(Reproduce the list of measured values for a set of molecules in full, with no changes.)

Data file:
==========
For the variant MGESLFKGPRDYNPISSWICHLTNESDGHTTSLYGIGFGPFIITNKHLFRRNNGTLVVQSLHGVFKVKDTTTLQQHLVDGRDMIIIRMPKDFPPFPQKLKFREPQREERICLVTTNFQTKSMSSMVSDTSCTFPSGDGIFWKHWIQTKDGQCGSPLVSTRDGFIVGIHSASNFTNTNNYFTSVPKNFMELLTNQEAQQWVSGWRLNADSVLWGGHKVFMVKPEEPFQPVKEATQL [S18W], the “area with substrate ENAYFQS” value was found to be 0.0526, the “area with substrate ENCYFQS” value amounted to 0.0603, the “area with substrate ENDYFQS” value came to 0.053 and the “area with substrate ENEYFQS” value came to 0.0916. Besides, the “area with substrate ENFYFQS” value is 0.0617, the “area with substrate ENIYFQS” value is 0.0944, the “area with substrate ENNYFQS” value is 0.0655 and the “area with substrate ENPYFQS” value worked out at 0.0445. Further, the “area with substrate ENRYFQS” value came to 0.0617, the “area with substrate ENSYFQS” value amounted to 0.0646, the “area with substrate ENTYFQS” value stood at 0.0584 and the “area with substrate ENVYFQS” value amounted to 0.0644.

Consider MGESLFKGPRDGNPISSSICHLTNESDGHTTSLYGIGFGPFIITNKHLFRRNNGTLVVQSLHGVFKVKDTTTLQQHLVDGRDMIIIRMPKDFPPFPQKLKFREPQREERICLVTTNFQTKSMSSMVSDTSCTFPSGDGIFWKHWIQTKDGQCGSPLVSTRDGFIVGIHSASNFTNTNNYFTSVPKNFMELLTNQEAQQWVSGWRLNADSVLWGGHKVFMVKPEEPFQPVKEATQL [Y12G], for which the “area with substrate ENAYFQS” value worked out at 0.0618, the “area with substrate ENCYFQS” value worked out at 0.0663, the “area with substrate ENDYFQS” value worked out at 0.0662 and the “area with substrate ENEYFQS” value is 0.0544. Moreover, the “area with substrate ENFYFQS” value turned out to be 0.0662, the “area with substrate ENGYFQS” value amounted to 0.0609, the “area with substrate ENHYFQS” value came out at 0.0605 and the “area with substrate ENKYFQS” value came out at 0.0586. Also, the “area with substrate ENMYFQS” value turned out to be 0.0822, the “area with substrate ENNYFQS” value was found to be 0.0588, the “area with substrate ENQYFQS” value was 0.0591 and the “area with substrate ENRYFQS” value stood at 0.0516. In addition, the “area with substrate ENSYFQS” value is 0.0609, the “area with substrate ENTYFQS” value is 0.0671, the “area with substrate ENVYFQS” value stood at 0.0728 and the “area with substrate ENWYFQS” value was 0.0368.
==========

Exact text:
For the variant MGESLFKGPRDYNPISSWICHLTNESDGHTTSLYGIGFGPFIITNKHLFRRNNGTLVVQSLHGVFKVKDTTTLQQHLVDGRDMIIIRMPKDFPPFPQKLKFREPQREERICLVTTNFQTKSMSSMVSDTSCTFPSGDGIFWKHWIQTKDGQCGSPLVSTRDGFIVGIHSASNFTNTNNYFTSVPKNFMELLTNQEAQQWVSGWRLNADSVLWGGHKVFMVKPEEPFQPVKEATQL [S18W], the “area with substrate ENAYFQS” value was found to be 0.0526, the “area with substrate ENCYFQS” value amounted to 0.0603, the “area with substrate ENDYFQS” value came to 0.053 and the “area with substrate ENEYFQS” value came to 0.0916. Besides, the “area with substrate ENFYFQS” value is 0.0617, the “area with substrate ENIYFQS” value is 0.0944, the “area with substrate ENNYFQS” value is 0.0655 and the “area with substrate ENPYFQS” value worked out at 0.0445. Further, the “area with substrate ENRYFQS” value came to 0.0617, the “area with substrate ENSYFQS” value amounted to 0.0646, the “area with substrate ENTYFQS” value stood at 0.0584 and the “area with substrate ENVYFQS” value amounted to 0.0644.

Consider MGESLFKGPRDGNPISSSICHLTNESDGHTTSLYGIGFGPFIITNKHLFRRNNGTLVVQSLHGVFKVKDTTTLQQHLVDGRDMIIIRMPKDFPPFPQKLKFREPQREERICLVTTNFQTKSMSSMVSDTSCTFPSGDGIFWKHWIQTKDGQCGSPLVSTRDGFIVGIHSASNFTNTNNYFTSVPKNFMELLTNQEAQQWVSGWRLNADSVLWGGHKVFMVKPEEPFQPVKEATQL [Y12G], for which the “area with substrate ENAYFQS” value worked out at 0.0618, the “area with substrate ENCYFQS” value worked out at 0.0663, the “area with substrate ENDYFQS” value worked out at 0.0662 and the “area with substrate ENEYFQS” value is 0.0544. Moreover, the “area with substrate ENFYFQS” value turned out to be 0.0662, the “area with substrate ENGYFQS” value amounted to 0.0609, the “area with substrate ENHYFQS” value came out at 0.0605 and the “area with substrate ENKYFQS” value came out at 0.0586. Also, the “area with substrate ENMYFQS” value turned out to be 0.0822, the “area with substrate ENNYFQS” value was found to be 0.0588, the “area with substrate ENQYFQS” value was 0.0591 and the “area with substrate ENRYFQS” value stood at 0.0516. In addition, the “area with substrate ENSYFQS” value is 0.0609, the “area with substrate ENTYFQS” value is 0.0671, the “area with substrate ENVYFQS” value stood at 0.0728 and the “area with substrate ENWYFQS” value was 0.0368.